The anulus fibrosus contains the nucleus pulposus (NP). The nucleus pulposus serves to transmit and dampen axial loads. A high water content (approximately 70-80 percent) assists the nucleus in this function. The water content has a diurnal variation. The nucleus imbibes water while a person lies recumbent. Nuclear material removed from the body and placed into water will imbibe water swelling to several times its normal size. Activity squeezes fluid from the disc. The nucleus comprises roughly 50 percent of the entire disc. The nucleus contains cells (chondrocytes and fibrocytes) and proteoglycans (chondroitin sulfate and keratin sulfate). The cell density in the nucleus is on the order of 4,000 cells per microliter.
  • [0005]
    The intervertebral disc changes or “degenerates” with age. As a person ages, the water content of the disc falls from approximately 85 percent at birth to approximately 70 percent in the elderly. The ratio of chondroitin sulfate to keratin sulfate decreases with age, while the ratio of chondroitin 6 sulfate to chondroitin 4 sulfate increases with age. The distinction between the anulus and the nucleus decreases with age. Generally disc degeneration is painless.
  • [0006]
    Premature or accelerated disc degeneration is known as degenerative disc disease. A large portion of patients suffering from chronic low back pain are thought to have this condition. As the disc degenerates, the nucleus and anulus functions are compromised. The nucleus becomes thinner and less able to handle compression loads. The anulus fibers become redundant as the nucleus shrinks. The redundant anular fibers are less effective in controlling vertebral motion. This disc pathology can result in: 1) bulging of the anulus into the spinal cord or nerves; 2) narrowing of the space between the vertebra where the nerves exit; 3) tears of the anulus as abnormal loads are transmitted to the anulus and the anulus is subjected to excessive motion between vertebra; and 4) disc herniation or extrusion of the nucleus through complete anular tears.
  • [0007]
    Current surgical treatments for disc degeneration are destructive. One group of procedures, which includes lumbar discectomy, removes the nucleus or a portion of the nucleus. A second group of procedures destroy nuclear material. This group includes Chymopapin (an enzyme) injection, laser discectomy, and thermal therapy (heat treatment to denature proteins). The first two groups of procedures compromise the treated disc. A third group, which includes spinal fusion procedures, either removes the disc or the disc's function by connecting two or more vertebra together with bone. Fusion procedures transmit additional stress to the adjacent discs, which results in premature disc degeneration of the adjacent discs. These destructive procedures lead to acceleration of disc degeneration.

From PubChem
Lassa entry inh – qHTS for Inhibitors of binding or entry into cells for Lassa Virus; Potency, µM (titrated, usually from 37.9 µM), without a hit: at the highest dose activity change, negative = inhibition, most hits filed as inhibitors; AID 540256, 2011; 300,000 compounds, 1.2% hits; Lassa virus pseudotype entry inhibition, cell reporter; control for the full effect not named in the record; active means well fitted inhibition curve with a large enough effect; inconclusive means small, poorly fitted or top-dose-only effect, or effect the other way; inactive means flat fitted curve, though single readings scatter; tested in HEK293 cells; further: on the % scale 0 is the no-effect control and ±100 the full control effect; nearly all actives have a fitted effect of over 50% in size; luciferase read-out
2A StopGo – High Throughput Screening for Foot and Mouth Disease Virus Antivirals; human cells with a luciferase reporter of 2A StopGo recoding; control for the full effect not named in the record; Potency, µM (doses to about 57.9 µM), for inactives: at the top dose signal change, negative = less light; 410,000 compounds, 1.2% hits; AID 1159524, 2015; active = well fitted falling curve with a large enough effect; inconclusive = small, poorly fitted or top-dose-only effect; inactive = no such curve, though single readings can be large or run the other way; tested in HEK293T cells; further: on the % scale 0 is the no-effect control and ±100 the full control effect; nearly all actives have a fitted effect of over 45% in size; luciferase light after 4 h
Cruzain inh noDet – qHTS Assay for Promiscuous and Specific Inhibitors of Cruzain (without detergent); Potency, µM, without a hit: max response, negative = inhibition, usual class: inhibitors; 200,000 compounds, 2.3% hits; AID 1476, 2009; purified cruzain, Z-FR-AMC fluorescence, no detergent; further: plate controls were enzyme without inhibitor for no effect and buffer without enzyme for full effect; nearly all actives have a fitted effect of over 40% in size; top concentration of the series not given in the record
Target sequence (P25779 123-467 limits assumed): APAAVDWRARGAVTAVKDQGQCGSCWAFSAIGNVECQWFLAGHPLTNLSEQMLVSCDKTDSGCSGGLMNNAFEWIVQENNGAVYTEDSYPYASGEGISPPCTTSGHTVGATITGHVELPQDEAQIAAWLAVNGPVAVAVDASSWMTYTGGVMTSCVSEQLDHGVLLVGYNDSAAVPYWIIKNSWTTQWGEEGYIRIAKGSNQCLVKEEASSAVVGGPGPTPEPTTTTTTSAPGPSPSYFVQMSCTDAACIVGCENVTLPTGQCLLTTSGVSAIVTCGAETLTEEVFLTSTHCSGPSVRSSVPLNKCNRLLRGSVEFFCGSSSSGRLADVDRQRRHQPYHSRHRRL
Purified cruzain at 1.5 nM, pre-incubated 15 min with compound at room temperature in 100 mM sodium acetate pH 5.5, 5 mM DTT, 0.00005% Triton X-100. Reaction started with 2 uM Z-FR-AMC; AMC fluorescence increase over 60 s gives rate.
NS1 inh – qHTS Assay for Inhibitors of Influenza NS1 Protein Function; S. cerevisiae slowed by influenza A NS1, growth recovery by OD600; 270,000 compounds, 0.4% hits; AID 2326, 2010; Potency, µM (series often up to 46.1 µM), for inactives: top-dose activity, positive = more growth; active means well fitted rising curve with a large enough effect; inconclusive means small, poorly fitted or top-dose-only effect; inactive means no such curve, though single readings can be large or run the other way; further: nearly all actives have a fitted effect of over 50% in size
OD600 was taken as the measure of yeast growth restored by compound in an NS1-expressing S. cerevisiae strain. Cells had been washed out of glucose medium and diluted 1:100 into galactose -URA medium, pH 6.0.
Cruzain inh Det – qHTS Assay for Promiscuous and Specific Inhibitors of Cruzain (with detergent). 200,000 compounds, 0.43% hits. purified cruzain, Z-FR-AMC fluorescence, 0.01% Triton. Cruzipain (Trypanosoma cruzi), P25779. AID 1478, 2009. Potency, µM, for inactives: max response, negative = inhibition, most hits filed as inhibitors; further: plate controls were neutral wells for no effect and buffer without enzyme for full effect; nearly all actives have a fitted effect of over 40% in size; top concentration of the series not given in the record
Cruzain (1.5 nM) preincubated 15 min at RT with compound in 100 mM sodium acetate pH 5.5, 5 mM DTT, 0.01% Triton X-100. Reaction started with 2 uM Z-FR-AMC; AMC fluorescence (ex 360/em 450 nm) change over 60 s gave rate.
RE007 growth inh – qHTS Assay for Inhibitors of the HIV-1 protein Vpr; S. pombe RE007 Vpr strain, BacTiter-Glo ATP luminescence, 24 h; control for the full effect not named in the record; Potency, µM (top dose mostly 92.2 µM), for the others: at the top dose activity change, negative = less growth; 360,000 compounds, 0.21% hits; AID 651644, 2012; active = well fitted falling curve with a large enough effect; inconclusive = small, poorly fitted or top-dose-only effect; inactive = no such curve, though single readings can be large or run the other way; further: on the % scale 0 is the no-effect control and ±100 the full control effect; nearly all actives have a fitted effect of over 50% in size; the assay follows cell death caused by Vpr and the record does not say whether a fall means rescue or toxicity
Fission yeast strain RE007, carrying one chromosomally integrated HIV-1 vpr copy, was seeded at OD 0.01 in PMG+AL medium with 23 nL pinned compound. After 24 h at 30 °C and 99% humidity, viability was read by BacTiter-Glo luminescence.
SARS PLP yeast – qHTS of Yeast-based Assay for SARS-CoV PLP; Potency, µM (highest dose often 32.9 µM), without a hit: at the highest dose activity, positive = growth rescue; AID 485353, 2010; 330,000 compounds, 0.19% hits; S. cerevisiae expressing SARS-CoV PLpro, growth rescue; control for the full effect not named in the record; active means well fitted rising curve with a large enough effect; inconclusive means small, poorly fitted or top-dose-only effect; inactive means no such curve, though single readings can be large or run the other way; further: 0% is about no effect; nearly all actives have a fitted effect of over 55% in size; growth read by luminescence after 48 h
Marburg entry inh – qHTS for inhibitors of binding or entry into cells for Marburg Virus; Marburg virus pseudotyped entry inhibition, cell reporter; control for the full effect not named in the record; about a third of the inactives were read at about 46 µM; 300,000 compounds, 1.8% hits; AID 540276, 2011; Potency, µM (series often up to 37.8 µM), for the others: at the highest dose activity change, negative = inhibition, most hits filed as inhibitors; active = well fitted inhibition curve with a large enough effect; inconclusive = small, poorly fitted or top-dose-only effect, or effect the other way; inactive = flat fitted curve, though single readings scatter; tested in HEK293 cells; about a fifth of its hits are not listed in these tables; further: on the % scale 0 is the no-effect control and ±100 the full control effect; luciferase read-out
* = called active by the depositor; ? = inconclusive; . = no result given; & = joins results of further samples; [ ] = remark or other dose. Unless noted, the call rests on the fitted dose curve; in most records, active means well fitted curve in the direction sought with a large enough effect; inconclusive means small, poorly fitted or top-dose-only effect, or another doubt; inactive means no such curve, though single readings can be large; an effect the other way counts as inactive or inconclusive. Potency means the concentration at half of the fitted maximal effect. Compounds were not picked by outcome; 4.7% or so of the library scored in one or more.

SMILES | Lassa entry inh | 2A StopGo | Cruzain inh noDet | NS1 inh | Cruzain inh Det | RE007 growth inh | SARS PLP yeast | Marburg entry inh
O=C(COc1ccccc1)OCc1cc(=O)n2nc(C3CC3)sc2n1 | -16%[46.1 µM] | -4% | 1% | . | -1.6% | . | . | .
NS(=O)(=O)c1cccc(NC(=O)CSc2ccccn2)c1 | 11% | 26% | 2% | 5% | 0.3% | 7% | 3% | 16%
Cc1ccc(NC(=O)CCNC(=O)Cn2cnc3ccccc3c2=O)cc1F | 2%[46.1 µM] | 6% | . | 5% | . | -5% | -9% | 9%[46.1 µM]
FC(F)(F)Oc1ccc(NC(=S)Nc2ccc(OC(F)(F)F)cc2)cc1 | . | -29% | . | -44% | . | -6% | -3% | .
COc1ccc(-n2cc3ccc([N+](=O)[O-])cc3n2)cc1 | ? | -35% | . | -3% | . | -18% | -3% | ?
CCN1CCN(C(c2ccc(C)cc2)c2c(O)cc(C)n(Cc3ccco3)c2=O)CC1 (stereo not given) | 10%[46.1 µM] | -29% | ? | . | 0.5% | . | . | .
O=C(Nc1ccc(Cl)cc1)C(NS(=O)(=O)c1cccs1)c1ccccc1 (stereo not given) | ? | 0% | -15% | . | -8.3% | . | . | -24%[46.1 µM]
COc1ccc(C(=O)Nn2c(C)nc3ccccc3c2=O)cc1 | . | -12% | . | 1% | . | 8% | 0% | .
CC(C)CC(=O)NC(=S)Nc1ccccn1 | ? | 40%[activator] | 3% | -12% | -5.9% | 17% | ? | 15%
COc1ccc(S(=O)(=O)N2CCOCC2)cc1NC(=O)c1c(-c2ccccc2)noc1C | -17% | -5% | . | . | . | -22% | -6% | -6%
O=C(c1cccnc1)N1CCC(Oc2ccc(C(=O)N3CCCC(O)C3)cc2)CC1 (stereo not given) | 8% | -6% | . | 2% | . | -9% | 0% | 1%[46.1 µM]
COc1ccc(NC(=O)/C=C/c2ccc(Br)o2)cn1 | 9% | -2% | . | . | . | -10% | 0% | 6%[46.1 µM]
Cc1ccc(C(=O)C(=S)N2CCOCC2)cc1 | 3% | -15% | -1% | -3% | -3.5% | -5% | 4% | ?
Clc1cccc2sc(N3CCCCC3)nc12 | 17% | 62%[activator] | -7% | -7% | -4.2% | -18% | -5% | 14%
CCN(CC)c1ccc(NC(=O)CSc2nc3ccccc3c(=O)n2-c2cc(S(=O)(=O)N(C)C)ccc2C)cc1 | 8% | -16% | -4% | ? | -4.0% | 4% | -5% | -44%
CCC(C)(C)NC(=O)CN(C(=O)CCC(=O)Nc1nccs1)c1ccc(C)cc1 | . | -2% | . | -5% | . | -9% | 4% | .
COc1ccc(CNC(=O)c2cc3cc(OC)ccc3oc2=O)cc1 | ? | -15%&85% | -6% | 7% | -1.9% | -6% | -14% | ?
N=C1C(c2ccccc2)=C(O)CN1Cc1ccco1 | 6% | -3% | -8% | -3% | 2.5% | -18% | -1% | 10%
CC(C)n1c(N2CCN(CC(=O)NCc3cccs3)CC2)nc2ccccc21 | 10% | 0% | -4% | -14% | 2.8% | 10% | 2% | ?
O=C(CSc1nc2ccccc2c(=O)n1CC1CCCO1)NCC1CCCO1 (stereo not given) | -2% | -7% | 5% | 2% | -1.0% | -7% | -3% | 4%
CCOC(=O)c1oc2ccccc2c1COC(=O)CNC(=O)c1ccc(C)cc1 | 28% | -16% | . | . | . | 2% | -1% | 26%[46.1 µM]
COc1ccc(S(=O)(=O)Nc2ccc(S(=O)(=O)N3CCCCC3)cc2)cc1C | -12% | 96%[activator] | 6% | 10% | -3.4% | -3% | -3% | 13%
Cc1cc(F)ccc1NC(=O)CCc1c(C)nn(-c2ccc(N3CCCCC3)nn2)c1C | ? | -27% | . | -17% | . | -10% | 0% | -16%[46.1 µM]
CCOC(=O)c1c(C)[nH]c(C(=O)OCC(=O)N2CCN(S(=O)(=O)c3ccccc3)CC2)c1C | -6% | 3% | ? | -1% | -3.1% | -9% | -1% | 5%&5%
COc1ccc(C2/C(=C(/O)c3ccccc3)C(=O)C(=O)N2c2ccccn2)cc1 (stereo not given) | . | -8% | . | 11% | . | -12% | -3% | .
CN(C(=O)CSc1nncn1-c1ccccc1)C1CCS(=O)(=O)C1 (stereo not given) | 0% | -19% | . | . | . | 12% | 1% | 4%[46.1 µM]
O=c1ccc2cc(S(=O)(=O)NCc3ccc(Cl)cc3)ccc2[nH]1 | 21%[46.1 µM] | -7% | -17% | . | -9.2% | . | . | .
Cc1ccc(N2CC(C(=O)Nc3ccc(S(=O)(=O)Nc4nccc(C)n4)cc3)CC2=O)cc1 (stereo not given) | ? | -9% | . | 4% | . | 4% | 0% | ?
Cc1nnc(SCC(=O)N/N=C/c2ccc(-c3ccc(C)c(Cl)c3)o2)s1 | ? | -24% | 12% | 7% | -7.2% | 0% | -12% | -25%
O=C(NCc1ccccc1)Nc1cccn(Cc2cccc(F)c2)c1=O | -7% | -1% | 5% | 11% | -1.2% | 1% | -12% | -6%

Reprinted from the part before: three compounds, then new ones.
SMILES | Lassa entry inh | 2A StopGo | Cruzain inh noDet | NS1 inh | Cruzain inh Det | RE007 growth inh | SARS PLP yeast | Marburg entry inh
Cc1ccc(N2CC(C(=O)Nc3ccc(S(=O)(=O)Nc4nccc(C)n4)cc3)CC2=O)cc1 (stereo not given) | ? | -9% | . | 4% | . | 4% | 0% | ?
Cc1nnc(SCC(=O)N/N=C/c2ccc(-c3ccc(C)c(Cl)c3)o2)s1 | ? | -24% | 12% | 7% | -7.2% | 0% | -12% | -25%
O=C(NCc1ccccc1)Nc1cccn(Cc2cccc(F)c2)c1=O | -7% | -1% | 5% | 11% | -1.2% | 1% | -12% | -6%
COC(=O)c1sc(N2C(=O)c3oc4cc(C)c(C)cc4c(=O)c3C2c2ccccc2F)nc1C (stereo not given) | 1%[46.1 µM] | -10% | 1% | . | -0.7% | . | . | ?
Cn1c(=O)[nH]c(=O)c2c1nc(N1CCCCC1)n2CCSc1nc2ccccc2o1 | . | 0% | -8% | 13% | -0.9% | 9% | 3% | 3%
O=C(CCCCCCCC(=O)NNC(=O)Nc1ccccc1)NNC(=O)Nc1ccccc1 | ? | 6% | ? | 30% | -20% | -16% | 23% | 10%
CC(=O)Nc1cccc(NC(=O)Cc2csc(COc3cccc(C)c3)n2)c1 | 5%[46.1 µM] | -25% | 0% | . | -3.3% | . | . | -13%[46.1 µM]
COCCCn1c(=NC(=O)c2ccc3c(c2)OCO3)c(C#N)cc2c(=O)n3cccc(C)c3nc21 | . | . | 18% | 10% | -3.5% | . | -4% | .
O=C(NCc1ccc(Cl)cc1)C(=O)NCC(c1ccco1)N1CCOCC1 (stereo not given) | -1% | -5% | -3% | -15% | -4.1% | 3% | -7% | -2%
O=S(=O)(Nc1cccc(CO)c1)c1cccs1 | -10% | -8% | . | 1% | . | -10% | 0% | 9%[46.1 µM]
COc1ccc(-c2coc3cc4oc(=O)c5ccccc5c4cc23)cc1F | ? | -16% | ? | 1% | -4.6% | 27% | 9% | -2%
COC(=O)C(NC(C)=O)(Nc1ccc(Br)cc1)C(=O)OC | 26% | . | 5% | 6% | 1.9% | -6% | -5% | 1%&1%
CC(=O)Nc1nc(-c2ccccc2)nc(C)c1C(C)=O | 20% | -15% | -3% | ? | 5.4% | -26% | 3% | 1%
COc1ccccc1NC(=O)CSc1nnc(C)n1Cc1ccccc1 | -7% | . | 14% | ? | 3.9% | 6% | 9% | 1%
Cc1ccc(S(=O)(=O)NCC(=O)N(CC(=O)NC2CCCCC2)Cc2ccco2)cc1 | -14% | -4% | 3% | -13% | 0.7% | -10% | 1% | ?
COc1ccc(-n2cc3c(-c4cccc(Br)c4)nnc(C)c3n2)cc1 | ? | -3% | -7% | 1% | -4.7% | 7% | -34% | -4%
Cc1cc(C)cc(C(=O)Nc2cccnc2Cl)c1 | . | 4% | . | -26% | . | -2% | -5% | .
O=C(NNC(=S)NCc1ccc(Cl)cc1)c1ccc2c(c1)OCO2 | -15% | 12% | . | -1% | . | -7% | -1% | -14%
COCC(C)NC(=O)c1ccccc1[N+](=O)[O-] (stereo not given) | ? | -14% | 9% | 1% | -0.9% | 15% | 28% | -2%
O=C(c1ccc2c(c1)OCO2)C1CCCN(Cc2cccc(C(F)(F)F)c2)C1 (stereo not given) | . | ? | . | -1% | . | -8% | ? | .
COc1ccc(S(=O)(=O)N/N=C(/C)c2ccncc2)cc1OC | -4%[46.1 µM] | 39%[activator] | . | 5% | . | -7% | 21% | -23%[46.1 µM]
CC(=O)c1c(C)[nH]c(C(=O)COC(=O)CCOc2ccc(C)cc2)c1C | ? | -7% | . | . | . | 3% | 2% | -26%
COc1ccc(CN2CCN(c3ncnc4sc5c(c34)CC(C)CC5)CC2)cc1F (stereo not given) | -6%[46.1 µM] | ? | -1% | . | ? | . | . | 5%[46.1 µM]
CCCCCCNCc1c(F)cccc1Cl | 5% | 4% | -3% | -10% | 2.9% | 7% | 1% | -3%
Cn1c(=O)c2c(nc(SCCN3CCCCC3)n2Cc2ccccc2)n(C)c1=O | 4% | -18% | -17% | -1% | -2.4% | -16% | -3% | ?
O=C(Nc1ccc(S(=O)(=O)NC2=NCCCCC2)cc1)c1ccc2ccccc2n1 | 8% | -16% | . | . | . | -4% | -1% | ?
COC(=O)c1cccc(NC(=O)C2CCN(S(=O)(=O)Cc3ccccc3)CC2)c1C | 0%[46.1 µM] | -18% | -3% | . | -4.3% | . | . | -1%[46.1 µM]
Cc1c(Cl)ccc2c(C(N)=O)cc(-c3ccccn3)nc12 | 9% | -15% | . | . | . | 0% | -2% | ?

• [0008]
    Prosthetic disc replacement offers many advantages. The prosthetic disc attempts to eliminate a patient's pain while preserving the disc's function. Current prosthetic disc implants either replace the nucleus or replace both the nucleus and the anulus. Both types of current procedures remove the degenerated disc component to allow room for the prosthetic component. Although the use of resilient materials has been proposed, the need remains for further improvements in the way in which prosthetic components are incorporated into the disc space to ensure strength and longevity. Such improvements are necessary, since the prosthesis may be subjected to 100,000,000 compression cycles over the life of the implant.
  • [0009]
    Current nucleus replacements (NRs) may cause lower back pain if too much pressure is applied to the anulus fibrosus. As discussed in co-pending U.S. Pat. Nos. 6,878,167 and 7,201,774, the content of each being expressly incorporated herein by reference in their entirety, the posterior portion of the anulus fibrosus has abundant pain fibers.
  • [0010]
    Herniated nucleus pulposus (HNP) occurs from tears in the anulus fibrosus. The herniated nucleus pulposus often allies pressure on the nerves or spinal cord. Compressed nerves cause back and leg or arm pain. Although a patient's symptoms result primarily from pressure by the nucleus pulposus, the primary pathology lies in the anulus fibrosus.
  • [0011]
    Surgery for herniated nucleus pulposus, known as microlumbar discectomy (MLD), only addresses the nucleus pulposus. The opening in the anulus fibrosus is enlarged during surgery, further weakening the anulus fibrosus. Surgeons also remove generous amounts of the nucleus pulposus to reduce the risk of extruding additional pieces of nucleus pulposus through the defect in the anulus fibrosus. Although microlumbar discectomy decreases or eliminates a patient's leg or arm pain, the procedure damages weakened discs.
  • SUMMARY OF THE INVENTION
  • [0012]